You employ well over 50 employees. You have no problem providing most of the food choices Obamafood mandates. But chicken or turkey? Impossible. You cannot provide meat without compromising everything in which you believe. You simply cannot comply with the chicken mandate.

Change PETA to the Mennonite or Southern Baptist church, and the chicken mandate to the abortion pill mandate, and this describes the crisis faced by the owners of Conestoga Wood Specialties and Hobby Lobby. Both families, the Hahns and the Greens, treat their employees well. The Green family, for example, starts employees at $14 an hour, provides health insurance, and has an employee clinic. And the Greens are very generous with their money, giving more than 10 percent of their earnings each year to charity. It is believed that the Greens have given away (PDF) some $500 million dollars to various charities. The Hahns, likewise, contributed more than a million dollars to various charities between 2010 and 2012.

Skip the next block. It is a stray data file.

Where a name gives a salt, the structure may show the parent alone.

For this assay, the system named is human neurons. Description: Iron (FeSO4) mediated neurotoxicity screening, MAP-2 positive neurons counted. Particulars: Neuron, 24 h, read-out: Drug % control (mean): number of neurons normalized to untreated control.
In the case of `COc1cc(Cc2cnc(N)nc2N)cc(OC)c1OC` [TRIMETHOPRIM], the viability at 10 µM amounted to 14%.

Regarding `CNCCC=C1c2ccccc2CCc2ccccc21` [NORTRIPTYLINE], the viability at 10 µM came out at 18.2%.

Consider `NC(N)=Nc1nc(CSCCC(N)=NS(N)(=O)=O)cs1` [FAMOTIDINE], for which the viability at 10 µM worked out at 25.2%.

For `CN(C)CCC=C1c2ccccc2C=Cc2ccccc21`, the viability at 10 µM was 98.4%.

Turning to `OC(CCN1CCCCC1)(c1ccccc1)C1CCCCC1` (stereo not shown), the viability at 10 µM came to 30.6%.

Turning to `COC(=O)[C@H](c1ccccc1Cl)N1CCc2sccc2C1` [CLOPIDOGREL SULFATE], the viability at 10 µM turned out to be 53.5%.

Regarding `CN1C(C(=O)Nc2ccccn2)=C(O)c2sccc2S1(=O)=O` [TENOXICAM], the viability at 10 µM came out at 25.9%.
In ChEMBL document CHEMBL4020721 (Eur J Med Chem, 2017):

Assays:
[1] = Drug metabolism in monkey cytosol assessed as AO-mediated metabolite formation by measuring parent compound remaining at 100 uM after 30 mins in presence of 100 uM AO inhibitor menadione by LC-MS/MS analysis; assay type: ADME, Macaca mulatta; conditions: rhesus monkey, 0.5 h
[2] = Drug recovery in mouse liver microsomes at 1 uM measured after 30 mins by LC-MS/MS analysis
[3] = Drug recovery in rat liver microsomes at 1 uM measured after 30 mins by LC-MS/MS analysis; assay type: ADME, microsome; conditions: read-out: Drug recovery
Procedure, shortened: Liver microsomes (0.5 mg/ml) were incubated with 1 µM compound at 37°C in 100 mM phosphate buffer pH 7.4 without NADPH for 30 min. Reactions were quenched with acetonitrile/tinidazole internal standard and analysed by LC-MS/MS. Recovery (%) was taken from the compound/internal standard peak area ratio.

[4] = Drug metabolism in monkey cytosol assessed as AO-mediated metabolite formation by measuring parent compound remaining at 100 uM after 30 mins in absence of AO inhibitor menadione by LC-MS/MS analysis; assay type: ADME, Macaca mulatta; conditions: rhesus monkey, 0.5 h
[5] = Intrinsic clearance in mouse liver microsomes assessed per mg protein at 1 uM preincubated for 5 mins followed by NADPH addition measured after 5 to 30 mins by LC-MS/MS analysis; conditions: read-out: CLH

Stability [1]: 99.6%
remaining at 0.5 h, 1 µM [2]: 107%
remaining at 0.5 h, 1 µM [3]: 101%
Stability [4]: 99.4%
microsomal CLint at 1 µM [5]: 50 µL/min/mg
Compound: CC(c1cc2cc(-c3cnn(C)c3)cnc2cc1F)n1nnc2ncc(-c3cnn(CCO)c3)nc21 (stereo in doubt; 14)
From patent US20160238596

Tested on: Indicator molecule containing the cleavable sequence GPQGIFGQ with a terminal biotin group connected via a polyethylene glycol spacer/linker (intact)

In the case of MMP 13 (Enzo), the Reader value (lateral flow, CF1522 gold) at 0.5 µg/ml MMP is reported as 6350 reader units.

Obamacare's abortion pill mandate requires that the Hahns and the Greens provide their employees with health insurance that includes preventive care. Like our imaginary PETA business owner, the Hahns and the Greens are happy to provide most of what is required. They have no qualms with providing generous insurance benefits; they already do that and believe it is part of their Christian duty to do so.